To Ludlow, With Love (Or Something Like It)

Like so many great love stories, this one has a sad ending.

Preface: A New Yorker’s relationship with their neighborhood is never casual. Whether you stay together year after year or only as long as your lease isn’t of much import; those precious few square blocks will come to define you, and you will define them. Leaving a neighborhood you love is one of the most insufferable kinds of heartbreak. Trust me. I would know.

New York and I got back together in March of 2015. We’d broken up in the summer of 2009, but if I’m being honest, New York broke up with me. I rebounded with Paris for a couple of years and then spent the next four with Los Angeles. I thought of New York often and fondly. Sure, I felt betrayed at first. New York had been a dominant and selfish lover, forcing me to grow and adapt to its ridiculous demands yet never yielding an inch towards mine. I took the abuse willingly– proudly, even. That is until it spat me out just as quickly as it had taken in me in. New York would never love me, but I, like so many other suckers, came to understand that I would always love New York.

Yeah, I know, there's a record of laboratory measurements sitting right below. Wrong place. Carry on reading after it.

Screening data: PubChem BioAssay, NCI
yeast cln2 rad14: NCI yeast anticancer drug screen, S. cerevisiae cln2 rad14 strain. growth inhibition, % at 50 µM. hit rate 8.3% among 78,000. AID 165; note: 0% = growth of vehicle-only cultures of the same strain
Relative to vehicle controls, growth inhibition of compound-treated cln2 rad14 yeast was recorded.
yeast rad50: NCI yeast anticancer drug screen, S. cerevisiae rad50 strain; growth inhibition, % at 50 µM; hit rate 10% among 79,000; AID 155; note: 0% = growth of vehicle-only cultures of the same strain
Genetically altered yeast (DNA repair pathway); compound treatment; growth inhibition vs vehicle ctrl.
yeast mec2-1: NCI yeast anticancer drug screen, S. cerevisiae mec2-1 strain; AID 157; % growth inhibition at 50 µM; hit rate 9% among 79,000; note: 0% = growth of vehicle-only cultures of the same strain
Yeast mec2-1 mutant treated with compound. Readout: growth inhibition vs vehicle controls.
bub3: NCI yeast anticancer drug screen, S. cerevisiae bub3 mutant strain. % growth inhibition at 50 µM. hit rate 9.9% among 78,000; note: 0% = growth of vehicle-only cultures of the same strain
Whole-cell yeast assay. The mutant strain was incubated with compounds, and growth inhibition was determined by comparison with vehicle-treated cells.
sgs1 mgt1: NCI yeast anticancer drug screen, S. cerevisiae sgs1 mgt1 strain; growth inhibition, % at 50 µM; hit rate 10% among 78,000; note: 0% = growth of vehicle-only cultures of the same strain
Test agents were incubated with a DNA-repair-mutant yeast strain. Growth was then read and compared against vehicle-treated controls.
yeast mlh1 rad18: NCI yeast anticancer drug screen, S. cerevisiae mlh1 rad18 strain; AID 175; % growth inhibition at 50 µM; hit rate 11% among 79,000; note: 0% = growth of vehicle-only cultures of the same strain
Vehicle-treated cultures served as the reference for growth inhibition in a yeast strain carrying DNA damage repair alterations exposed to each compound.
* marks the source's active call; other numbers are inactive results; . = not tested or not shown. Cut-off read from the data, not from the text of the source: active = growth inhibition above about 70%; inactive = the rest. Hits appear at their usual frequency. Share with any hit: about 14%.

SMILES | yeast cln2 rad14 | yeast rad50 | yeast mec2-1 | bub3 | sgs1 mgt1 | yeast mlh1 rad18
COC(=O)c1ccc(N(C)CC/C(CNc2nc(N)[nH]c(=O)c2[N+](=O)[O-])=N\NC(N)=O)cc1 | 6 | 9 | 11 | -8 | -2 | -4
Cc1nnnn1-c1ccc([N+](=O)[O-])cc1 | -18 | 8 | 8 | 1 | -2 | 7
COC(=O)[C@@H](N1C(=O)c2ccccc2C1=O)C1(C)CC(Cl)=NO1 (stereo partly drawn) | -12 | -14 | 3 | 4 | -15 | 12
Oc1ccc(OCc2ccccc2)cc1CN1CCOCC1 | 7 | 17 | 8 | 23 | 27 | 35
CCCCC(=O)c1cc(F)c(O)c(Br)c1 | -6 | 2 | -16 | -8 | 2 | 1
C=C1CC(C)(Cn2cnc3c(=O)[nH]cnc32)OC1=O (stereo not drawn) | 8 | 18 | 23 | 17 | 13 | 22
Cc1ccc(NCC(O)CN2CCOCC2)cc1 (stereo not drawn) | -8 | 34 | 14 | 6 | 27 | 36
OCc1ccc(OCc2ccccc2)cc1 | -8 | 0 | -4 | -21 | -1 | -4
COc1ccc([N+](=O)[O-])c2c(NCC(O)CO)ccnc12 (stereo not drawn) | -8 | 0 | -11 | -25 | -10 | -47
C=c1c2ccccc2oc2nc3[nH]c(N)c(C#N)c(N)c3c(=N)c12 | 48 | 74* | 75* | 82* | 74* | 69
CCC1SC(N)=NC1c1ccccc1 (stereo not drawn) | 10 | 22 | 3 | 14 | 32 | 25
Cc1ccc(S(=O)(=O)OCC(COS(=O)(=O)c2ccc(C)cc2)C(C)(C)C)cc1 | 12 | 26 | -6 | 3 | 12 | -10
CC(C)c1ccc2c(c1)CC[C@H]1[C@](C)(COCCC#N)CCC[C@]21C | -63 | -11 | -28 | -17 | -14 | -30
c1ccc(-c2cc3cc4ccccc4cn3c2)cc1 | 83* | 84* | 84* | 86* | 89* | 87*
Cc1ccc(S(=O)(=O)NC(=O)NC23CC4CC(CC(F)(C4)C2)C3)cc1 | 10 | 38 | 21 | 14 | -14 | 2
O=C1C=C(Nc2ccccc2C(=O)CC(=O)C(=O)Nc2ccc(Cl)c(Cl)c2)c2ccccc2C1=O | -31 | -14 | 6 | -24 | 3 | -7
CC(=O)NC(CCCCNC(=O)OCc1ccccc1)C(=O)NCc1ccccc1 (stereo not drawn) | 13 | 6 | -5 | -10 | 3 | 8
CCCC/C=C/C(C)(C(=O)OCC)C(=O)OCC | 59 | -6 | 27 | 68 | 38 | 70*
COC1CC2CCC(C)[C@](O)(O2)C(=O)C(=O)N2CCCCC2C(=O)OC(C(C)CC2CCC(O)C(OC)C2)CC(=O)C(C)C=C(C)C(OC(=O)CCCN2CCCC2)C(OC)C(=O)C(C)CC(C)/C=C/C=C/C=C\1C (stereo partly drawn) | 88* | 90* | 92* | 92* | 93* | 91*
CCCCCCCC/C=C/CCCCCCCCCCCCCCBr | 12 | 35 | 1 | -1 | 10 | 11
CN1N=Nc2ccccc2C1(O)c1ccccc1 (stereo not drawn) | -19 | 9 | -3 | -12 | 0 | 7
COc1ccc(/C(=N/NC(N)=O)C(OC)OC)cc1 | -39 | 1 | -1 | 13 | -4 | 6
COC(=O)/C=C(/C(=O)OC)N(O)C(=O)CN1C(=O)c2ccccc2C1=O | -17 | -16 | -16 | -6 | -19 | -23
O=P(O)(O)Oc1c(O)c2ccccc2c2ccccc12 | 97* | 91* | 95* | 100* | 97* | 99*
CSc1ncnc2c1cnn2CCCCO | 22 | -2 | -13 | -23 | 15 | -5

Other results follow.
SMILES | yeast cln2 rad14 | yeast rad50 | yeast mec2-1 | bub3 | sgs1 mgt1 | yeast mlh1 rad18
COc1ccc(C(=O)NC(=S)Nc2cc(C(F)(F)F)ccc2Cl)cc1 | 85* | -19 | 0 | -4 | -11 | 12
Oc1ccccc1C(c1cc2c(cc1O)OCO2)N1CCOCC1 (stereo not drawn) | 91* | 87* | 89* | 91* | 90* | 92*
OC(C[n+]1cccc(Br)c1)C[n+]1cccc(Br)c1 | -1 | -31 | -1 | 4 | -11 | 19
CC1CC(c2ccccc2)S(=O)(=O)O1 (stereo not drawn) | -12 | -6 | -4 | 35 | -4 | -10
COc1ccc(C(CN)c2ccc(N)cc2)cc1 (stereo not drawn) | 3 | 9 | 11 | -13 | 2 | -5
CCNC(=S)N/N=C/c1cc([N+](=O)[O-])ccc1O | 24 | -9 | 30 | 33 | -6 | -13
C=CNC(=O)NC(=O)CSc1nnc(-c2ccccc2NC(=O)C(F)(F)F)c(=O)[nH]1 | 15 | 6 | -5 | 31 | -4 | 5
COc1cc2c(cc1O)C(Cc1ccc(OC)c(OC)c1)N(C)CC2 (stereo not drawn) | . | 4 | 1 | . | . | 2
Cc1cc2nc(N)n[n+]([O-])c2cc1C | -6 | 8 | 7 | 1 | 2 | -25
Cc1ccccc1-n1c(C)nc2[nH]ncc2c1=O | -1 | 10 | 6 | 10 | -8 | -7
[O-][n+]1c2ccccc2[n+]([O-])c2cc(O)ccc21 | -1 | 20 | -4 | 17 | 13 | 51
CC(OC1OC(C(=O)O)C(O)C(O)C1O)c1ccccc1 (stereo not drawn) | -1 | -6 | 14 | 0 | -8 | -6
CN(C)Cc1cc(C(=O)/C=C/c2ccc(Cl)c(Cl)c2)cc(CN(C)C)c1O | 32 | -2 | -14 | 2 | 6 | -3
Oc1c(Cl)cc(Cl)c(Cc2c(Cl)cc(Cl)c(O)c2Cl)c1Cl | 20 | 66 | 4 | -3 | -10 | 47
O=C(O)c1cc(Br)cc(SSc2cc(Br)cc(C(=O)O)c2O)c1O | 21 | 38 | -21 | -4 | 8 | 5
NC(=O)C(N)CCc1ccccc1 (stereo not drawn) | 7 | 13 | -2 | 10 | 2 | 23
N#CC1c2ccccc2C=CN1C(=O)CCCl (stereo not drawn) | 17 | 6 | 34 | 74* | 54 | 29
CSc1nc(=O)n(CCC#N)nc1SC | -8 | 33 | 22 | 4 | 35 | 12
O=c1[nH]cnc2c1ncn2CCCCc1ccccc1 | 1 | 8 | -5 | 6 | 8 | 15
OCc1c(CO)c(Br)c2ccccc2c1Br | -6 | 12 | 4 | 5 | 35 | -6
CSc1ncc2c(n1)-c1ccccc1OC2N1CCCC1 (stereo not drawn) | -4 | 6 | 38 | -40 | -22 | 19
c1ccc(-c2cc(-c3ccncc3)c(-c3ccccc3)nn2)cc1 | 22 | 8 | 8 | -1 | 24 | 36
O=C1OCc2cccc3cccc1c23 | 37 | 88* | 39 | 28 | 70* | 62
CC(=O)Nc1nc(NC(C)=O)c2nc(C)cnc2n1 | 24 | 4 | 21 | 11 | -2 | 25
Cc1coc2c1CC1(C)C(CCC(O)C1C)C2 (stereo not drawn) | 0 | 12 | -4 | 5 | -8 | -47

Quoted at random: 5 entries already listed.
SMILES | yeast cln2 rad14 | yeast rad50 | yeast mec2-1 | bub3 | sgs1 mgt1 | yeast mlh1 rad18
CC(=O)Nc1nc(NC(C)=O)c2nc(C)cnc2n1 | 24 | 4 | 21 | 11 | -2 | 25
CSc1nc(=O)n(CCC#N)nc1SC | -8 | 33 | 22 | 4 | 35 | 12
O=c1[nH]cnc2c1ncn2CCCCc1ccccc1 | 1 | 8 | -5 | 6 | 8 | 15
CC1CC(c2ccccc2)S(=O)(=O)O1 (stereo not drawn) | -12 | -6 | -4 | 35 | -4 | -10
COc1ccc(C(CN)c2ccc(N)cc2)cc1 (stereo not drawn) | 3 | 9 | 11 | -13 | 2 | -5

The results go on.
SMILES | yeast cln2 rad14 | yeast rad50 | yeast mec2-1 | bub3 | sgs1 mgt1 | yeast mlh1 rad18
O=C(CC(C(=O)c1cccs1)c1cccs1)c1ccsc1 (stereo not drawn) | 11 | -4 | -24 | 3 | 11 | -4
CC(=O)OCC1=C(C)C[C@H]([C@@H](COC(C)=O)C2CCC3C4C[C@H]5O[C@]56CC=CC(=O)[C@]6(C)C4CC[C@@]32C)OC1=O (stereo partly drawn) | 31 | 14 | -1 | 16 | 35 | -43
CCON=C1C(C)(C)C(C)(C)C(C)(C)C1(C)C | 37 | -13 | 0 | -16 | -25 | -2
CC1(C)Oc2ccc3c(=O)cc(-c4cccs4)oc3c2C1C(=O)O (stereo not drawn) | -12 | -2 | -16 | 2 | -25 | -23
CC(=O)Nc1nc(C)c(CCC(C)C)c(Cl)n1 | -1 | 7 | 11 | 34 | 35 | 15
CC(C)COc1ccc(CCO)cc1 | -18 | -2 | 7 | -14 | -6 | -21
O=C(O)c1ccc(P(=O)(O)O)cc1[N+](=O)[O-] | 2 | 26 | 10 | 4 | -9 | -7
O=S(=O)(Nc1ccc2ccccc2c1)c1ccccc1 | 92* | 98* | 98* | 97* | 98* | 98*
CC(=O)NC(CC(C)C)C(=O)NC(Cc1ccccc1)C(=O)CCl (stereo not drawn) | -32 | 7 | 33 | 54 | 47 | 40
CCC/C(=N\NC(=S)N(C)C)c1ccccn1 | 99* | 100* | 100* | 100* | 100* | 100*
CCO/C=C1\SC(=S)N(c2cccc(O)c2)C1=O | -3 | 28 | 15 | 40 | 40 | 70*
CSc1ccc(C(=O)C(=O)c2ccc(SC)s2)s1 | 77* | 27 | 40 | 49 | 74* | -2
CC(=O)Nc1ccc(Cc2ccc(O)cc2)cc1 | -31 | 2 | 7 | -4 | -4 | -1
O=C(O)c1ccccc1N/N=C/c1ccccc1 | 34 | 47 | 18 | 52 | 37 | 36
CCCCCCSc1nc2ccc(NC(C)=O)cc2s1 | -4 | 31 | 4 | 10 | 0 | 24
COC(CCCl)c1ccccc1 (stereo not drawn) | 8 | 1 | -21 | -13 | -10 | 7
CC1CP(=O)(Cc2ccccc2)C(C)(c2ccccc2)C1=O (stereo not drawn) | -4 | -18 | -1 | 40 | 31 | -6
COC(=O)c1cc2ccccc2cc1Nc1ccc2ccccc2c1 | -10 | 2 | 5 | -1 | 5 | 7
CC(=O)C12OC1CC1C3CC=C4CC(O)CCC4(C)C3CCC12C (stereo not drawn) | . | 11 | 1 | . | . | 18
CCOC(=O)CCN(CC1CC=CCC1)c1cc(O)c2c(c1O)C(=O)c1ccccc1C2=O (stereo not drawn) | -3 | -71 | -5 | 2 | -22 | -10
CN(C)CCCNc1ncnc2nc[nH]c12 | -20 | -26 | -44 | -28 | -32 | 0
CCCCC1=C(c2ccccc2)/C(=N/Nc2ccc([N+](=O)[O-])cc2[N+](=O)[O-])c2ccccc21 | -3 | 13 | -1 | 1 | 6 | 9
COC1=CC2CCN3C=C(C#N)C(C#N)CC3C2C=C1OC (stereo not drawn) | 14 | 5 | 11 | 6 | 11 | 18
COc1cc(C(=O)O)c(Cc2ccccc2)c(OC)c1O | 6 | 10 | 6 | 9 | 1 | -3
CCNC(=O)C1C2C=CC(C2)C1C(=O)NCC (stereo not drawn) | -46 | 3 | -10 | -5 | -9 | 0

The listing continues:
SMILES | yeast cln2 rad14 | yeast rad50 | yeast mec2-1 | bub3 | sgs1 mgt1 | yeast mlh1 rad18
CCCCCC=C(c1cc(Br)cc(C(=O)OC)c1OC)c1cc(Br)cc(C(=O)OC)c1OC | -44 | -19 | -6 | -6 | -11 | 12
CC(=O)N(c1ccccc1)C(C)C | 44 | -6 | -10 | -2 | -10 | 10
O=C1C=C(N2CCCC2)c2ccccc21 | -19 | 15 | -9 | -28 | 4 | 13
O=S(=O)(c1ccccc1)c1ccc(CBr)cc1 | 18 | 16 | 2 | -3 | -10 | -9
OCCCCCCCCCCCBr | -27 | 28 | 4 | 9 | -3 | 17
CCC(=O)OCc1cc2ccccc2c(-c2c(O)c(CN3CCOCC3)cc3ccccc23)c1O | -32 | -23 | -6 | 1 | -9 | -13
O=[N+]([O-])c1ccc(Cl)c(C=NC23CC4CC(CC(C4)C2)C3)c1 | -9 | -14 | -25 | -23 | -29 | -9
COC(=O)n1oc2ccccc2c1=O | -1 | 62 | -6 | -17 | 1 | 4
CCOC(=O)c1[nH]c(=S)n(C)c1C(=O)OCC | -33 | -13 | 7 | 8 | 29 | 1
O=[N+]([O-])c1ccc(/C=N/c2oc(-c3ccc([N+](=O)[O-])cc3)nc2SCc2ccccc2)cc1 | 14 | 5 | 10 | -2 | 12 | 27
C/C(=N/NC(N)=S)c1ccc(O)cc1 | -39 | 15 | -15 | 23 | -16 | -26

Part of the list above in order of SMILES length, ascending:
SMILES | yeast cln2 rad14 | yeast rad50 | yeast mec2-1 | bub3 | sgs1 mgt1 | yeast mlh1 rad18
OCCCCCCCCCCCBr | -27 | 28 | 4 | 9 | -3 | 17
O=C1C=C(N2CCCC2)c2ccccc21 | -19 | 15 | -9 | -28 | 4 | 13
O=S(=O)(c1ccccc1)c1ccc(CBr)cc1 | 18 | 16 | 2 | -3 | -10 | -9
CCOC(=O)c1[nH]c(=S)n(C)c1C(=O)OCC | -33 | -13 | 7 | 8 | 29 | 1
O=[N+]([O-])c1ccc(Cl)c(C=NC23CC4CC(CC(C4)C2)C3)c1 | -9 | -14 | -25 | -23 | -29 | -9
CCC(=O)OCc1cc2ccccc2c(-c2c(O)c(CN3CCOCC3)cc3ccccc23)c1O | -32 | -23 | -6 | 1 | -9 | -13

I lay my better judgment to rest on Sunset Boulevard, packed an extra suitcase, and that was that

My decision to move back to Manhattan happened more or less overnight. I had booked an Airbnb on the Lower East for 2 weeks, as I often did when I came to the city to do stand up. But the night before I left Los Angeles, I decided it would be the last one I spent on the west coast for the foreseeable future. I knew that if I let myself think about it any longer, I’d lose my nerve. Was it impulsive? You bet. Stupid? Entirely. Nevertheless, I lay my better judgment to rest on Sunset Boulevard, packed an extra suitcase, and that was that.

My Airbnb was located on Ludlow Street– home to a Jewish ghetto in the 1920s, a heroin den in the 80s, and my cocaine overdose in 2007. The third-floor, walkup studio measured a mere 325-square-feet on a good day, but its exposed brick and tasteful renovations charmed the pants right off me. It was the best make-up sex ever. New York and I were back together, but before we could make it official, I had to find an apartment of my own.

Finding a place to live in NYC is a lot like getting forcibly fucked up the butt

If you’ve read my piece on apartment-hunting in New York, you already know that finding a place to live in NYC is a lot like getting forcibly fucked up the butt. The only choice you may have in the matter is whether you want to get fucked up the butt with direct sunlight or in a building with an elevator. But then the most magical thing happened. Just as I bent over and readied myself for the abuse that was to come, the same exact unit two floors below my Airbnb went on the market. It was $600 more a month than I wanted to spend, but it felt like New York had finally texted me back after all these years, and I wasn’t about to ignore her. You can’t put a price on true love, anyway.